Bayesian approaches for modeling protein biophysics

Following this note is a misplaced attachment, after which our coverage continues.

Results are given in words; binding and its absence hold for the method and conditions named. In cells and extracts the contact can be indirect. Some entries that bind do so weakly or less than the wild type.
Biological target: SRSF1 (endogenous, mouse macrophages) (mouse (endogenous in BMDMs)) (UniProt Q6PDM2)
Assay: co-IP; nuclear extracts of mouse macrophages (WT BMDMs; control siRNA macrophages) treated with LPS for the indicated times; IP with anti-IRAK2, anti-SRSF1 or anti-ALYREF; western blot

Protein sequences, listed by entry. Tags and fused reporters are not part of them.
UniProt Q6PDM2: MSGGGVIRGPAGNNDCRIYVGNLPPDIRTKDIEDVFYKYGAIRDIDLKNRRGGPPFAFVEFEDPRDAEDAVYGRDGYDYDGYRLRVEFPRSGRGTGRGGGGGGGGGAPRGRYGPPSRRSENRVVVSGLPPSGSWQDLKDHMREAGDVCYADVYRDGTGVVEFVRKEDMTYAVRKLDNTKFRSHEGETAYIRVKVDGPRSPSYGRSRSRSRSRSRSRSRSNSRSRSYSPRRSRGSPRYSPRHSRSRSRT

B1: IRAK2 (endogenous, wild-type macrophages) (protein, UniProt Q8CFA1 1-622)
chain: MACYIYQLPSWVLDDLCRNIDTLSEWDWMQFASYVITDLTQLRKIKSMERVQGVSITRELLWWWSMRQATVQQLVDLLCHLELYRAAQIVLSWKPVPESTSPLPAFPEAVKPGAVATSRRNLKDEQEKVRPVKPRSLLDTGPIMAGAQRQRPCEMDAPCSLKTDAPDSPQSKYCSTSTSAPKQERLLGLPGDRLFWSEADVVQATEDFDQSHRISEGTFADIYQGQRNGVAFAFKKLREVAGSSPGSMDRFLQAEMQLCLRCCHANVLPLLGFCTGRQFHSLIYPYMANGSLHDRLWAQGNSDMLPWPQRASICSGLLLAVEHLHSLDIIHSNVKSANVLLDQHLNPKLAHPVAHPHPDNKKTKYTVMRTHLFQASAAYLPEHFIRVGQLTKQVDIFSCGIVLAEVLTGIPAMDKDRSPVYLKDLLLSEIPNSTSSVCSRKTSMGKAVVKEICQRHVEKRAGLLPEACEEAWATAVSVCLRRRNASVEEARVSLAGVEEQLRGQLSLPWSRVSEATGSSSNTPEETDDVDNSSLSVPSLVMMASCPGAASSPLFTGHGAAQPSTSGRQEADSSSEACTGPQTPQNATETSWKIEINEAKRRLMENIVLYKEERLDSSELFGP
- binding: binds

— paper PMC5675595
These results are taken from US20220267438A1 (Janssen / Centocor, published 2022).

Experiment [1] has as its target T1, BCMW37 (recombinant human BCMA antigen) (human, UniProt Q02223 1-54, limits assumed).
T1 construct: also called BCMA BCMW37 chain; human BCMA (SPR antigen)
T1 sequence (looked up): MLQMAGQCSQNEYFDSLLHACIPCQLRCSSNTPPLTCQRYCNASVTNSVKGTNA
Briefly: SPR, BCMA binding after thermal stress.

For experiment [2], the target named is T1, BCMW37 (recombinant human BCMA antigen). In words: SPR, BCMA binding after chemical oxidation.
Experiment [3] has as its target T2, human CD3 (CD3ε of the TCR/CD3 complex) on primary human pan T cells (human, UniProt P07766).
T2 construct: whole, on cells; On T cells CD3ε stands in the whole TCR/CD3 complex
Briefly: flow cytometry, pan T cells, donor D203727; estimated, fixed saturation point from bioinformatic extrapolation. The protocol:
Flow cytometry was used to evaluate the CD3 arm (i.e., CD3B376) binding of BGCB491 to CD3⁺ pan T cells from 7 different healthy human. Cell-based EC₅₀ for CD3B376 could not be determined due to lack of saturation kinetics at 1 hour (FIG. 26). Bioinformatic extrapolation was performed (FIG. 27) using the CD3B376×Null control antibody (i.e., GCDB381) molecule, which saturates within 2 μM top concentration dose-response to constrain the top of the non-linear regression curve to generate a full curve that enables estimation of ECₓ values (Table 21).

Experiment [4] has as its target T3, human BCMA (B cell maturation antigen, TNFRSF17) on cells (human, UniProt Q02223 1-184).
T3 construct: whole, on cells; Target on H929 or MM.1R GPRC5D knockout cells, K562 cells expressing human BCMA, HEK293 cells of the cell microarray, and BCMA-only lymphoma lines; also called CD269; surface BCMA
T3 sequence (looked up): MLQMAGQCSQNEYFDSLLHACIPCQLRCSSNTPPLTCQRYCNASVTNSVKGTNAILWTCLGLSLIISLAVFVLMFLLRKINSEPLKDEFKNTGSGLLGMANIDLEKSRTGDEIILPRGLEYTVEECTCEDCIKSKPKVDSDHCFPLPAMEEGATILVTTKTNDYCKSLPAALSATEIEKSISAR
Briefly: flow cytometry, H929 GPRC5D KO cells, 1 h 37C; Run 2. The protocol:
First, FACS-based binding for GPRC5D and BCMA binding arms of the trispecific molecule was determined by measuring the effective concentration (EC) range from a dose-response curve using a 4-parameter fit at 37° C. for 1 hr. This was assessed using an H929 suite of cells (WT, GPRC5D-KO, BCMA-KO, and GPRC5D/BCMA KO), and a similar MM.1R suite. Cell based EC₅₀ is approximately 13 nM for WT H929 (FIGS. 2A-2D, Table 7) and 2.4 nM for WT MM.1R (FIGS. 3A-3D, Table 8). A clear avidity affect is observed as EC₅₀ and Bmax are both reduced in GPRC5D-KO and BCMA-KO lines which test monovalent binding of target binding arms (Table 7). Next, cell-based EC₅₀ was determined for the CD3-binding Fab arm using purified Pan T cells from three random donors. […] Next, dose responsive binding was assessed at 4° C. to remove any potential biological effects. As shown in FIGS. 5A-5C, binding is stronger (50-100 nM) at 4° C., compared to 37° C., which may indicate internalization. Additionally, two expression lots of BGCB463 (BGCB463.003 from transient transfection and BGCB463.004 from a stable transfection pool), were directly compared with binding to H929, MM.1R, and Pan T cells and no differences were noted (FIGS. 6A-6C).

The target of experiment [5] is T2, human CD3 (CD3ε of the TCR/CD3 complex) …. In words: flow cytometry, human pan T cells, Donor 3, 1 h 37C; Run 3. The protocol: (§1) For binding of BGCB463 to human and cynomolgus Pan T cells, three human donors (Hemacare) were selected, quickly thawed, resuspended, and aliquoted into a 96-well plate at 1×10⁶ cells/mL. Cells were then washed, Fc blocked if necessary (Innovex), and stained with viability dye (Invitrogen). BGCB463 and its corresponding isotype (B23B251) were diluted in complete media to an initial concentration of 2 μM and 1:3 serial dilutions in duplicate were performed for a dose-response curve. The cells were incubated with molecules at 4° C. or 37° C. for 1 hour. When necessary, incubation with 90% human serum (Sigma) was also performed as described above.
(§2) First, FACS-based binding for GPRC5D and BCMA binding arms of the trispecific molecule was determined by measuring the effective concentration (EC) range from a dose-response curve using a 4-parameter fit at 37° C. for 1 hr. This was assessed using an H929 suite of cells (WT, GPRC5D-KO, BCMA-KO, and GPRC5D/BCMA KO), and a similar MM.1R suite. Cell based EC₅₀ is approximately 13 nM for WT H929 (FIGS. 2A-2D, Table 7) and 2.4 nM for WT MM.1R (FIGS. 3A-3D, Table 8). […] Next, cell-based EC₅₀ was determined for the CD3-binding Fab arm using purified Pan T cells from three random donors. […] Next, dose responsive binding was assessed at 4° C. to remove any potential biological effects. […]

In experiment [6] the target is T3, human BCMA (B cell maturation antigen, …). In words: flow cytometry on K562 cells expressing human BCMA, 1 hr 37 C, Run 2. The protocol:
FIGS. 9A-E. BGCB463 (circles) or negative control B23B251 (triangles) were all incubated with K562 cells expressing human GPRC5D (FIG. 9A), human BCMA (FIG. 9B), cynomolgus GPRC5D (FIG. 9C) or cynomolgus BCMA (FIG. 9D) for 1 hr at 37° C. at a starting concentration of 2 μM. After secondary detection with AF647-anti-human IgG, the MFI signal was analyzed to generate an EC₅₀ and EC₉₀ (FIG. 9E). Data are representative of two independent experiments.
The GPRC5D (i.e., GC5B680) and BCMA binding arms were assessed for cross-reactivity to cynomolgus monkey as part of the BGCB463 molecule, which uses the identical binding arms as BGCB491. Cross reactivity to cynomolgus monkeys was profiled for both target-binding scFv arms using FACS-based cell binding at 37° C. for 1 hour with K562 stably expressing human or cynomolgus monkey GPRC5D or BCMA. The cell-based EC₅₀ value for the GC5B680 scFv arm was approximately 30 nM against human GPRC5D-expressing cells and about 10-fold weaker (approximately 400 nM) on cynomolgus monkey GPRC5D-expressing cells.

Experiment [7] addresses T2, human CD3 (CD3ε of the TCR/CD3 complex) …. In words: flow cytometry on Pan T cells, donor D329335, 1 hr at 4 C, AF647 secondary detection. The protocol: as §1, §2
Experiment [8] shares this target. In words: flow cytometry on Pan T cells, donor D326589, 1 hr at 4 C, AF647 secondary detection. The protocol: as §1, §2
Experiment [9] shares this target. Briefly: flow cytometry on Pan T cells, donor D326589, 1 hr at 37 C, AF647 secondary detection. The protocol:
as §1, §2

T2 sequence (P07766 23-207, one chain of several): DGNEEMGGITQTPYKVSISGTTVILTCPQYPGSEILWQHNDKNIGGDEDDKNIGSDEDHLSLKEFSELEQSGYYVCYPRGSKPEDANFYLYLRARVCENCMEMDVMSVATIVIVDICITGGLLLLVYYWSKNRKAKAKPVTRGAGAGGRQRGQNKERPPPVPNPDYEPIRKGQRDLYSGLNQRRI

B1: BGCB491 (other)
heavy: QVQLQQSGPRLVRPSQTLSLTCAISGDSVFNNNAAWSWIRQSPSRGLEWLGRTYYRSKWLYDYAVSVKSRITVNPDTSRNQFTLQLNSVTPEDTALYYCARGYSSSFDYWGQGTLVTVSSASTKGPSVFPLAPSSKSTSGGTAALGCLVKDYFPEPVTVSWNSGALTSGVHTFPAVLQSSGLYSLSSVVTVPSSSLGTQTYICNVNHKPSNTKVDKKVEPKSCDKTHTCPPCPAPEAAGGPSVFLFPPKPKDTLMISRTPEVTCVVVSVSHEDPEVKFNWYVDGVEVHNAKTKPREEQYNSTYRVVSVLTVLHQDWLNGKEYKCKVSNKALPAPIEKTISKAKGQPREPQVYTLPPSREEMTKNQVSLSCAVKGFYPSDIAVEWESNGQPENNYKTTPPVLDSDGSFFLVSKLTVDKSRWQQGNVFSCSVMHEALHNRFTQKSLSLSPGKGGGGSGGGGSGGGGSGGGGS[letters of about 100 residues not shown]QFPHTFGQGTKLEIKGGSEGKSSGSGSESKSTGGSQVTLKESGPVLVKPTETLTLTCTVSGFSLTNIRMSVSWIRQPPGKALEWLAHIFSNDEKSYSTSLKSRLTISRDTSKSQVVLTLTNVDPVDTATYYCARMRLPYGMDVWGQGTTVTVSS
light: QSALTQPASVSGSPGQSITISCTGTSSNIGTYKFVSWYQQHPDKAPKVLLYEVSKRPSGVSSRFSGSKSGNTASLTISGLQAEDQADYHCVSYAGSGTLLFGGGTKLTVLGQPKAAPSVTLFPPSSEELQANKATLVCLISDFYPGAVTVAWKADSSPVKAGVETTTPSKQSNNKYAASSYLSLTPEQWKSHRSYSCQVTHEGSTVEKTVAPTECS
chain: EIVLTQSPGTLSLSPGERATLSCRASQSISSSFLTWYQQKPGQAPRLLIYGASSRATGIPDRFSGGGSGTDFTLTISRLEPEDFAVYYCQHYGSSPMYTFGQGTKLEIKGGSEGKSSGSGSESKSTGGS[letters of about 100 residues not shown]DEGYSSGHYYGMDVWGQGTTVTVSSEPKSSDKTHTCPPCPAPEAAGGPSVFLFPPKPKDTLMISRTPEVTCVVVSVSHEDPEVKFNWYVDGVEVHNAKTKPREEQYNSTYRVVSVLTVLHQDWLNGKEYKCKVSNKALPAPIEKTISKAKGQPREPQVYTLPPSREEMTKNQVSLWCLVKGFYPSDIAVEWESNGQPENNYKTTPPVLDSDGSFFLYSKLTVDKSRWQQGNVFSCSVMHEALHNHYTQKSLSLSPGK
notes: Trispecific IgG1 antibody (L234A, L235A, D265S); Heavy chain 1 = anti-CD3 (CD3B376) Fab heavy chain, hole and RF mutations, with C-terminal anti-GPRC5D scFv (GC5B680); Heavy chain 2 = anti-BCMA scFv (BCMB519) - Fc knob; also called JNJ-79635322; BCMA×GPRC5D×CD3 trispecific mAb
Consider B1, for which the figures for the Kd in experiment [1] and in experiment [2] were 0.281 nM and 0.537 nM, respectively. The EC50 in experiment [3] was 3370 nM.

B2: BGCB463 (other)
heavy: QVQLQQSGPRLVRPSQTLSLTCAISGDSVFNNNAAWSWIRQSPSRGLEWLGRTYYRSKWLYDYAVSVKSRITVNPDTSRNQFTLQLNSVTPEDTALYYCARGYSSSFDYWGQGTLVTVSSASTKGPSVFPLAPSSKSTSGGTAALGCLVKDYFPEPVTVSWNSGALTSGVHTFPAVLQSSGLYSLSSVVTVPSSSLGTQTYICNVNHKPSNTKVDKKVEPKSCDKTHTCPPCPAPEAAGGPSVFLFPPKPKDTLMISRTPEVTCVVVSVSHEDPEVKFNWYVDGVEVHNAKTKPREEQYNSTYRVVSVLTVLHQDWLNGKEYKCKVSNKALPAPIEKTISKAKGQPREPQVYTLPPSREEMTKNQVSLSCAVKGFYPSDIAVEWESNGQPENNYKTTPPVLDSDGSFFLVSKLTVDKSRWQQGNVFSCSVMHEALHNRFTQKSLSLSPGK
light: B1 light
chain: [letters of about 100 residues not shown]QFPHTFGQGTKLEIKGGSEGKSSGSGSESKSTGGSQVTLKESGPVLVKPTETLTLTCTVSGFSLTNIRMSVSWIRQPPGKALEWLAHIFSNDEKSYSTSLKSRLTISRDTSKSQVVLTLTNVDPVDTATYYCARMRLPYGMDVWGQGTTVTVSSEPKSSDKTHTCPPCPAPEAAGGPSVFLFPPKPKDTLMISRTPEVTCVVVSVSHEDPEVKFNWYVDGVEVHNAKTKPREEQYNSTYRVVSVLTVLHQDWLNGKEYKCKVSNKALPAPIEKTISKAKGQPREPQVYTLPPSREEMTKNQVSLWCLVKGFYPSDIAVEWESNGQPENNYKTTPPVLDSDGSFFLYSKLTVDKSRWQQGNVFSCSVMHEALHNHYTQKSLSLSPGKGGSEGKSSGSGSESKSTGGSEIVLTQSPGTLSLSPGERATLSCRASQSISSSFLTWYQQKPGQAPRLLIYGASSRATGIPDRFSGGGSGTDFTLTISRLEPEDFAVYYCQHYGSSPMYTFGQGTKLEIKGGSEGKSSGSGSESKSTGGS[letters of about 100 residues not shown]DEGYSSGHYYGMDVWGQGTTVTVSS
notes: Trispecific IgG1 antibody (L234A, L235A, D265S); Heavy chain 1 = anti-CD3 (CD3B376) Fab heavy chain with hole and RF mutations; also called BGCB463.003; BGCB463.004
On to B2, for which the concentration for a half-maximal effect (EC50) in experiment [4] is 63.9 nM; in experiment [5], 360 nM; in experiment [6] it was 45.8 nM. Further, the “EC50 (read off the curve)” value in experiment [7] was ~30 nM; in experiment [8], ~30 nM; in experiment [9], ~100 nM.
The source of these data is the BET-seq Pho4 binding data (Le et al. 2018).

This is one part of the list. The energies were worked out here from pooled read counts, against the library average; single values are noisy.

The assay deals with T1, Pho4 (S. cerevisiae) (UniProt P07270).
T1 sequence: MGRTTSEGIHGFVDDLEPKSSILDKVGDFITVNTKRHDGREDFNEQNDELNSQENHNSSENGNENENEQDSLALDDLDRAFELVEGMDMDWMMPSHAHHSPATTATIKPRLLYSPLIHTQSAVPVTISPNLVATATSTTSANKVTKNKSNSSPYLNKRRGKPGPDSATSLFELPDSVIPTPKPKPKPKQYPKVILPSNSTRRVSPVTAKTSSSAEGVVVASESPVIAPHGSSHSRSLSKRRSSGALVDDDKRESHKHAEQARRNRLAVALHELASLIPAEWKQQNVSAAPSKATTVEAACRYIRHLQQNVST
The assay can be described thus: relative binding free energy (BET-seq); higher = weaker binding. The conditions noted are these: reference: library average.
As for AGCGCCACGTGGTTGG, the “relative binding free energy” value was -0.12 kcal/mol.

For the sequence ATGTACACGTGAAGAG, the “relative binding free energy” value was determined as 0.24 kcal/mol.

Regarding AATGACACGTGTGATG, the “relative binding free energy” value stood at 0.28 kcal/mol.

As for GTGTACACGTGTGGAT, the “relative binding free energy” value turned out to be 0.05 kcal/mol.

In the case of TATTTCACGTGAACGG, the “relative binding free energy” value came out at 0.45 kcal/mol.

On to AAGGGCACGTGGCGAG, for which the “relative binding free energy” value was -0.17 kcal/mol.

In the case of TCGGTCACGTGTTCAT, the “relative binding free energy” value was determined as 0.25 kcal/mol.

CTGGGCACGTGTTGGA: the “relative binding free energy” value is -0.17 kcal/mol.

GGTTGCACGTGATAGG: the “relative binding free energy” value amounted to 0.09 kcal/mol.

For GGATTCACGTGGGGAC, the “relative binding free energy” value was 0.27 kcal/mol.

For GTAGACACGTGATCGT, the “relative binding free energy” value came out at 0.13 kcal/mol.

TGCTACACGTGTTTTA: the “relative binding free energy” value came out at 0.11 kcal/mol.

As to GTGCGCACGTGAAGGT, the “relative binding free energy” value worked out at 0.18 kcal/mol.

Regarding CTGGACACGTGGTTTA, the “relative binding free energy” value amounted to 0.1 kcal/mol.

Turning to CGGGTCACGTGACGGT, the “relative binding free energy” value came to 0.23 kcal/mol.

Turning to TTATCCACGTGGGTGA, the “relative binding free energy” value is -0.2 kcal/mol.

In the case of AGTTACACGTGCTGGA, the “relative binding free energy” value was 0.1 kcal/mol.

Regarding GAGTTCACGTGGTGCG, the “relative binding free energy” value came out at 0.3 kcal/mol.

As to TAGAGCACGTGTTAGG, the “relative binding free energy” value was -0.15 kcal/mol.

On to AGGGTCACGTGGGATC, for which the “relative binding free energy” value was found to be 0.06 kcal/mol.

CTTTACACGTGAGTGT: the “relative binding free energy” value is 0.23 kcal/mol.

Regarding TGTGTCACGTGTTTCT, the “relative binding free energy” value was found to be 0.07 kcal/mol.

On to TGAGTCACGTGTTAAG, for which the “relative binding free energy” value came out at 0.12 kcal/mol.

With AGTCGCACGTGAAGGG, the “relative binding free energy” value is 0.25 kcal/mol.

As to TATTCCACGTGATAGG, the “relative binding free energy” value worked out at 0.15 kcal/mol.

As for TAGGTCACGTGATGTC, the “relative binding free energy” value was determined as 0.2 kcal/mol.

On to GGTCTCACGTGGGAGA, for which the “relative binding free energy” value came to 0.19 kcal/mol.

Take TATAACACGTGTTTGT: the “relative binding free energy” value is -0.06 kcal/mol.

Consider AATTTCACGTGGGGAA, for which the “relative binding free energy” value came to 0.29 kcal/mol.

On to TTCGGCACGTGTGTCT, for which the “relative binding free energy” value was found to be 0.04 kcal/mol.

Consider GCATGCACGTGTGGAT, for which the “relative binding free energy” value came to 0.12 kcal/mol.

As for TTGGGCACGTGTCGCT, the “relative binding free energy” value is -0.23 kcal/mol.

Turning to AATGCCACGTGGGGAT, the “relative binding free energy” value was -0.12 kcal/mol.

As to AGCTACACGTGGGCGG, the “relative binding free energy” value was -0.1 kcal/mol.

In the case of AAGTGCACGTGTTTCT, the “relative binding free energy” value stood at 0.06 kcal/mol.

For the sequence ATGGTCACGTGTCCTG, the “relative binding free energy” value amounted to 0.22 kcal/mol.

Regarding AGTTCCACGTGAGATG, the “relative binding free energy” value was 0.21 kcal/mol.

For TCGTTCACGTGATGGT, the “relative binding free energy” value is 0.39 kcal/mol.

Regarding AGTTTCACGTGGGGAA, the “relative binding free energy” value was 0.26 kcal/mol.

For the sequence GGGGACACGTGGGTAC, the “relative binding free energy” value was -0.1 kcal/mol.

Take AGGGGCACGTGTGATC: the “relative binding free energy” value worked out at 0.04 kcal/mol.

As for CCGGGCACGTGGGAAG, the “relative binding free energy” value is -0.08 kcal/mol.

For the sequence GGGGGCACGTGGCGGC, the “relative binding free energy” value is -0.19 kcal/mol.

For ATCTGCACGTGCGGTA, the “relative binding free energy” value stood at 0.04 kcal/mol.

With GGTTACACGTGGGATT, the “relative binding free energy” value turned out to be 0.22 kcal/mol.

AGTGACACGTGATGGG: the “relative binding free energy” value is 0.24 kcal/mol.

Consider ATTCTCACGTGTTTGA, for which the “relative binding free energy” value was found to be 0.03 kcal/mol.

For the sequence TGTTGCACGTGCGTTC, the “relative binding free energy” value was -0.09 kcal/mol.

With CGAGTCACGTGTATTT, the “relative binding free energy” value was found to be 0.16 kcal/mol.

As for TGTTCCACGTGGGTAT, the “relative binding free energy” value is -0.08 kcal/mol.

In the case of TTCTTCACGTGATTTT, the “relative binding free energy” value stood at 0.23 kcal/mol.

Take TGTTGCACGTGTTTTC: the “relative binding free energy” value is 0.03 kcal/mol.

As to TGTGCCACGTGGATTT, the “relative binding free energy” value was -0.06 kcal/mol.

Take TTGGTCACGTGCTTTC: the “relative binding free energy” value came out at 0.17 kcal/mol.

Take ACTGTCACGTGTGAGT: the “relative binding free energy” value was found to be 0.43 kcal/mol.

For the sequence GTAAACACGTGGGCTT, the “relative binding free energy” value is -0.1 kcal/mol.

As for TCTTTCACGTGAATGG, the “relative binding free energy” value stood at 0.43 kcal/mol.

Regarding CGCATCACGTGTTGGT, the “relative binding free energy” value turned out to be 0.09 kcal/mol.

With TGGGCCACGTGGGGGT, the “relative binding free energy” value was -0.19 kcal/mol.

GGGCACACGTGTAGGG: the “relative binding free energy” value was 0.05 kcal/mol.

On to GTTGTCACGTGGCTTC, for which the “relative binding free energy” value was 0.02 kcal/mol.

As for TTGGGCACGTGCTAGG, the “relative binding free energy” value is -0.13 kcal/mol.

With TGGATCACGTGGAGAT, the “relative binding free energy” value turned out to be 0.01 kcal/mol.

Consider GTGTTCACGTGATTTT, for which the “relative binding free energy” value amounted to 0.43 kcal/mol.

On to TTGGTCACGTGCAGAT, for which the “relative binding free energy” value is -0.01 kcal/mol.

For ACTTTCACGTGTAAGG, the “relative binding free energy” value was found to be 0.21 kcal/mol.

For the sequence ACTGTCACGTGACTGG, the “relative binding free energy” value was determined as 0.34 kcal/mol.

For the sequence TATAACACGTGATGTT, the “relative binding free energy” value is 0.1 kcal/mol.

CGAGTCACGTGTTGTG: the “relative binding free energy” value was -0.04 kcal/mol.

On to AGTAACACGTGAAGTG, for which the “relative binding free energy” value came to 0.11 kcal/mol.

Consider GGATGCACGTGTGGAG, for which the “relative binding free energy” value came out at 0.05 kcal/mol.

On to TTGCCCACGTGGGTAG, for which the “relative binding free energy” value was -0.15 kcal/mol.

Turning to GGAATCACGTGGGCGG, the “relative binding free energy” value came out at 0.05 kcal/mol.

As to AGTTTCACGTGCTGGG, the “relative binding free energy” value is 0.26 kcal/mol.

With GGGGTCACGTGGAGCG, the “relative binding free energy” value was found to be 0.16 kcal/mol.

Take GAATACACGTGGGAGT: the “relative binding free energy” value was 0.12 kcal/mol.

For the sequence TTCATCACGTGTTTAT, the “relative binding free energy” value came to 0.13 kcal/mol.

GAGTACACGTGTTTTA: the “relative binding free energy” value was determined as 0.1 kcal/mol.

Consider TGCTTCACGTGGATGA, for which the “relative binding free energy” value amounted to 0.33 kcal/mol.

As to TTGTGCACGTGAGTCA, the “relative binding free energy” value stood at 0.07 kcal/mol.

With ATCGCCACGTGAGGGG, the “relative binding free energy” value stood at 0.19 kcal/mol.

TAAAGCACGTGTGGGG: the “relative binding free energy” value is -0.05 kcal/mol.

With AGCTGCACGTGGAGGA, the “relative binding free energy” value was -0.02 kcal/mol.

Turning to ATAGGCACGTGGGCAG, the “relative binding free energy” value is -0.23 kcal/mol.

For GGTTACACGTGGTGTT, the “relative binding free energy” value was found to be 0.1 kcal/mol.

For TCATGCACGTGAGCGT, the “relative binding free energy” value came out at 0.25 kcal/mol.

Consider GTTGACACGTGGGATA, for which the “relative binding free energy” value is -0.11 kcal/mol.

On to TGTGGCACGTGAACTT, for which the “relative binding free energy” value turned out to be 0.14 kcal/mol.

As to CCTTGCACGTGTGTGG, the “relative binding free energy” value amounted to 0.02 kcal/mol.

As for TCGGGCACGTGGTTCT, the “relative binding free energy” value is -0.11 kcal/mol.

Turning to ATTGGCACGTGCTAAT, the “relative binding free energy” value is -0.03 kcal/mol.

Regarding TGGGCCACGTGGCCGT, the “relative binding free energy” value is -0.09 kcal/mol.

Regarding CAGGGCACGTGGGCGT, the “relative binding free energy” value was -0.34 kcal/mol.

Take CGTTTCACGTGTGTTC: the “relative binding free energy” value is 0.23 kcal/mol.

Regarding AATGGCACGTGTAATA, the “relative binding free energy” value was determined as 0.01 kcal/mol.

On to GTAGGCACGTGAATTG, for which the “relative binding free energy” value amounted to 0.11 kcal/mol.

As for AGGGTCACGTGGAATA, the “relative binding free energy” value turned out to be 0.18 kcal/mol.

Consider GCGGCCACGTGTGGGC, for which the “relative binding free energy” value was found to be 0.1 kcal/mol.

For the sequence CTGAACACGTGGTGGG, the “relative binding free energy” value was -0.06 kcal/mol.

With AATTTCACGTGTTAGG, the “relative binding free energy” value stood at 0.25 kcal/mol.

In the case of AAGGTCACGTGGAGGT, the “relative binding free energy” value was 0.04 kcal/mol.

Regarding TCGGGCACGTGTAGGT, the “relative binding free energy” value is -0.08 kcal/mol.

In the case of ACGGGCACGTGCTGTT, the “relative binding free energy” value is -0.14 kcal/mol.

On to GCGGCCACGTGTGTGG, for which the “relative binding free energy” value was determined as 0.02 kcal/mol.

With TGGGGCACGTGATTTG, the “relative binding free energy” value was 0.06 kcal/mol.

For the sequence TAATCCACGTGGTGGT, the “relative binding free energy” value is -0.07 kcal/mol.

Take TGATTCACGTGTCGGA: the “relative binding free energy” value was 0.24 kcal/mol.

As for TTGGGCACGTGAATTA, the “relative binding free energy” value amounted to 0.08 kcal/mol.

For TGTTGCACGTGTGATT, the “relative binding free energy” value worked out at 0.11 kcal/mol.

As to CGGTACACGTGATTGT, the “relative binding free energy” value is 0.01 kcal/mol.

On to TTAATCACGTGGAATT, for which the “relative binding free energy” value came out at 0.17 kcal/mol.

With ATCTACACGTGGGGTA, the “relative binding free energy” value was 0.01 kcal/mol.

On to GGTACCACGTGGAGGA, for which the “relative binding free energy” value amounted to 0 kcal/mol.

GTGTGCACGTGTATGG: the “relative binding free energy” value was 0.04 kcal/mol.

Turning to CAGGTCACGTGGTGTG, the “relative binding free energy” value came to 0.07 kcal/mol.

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Proteins are the fundamental unit of computation and signal processing in biological systems. A quantitative understanding of protein biophysics is of paramount importance, since even slight malfunction of proteins can lead to diverse and severe disease states. However, developing accurate and useful mechanistic models of protein function can be strikingly elusive. I demonstrate that the adoption of Bayesian statistical methods can greatly aid in modeling protein systems. I first discuss the pitfall of parameter non-identifiability and how a Bayesian approach to modeling can yield reliable and meaningful models of molecular systems. I then delve into a particular case of non-identifiability within the context of an emerging experimental technique called single molecule photobleaching. I show that the interpretation of this data is non-trivial and provide a rigorous inference model for the analysis of this pervasive experimental tool. Finally, I introduce the use of nonparametric Bayesian inference for the analysis of single molecule time series. These methods aim to circumvent problems of model selection and parameter identifiability and are demonstrated with diverse applications in single molecule biophysics. The adoption of sophisticated inference methods will lead to a more detailed understanding of biophysical systems.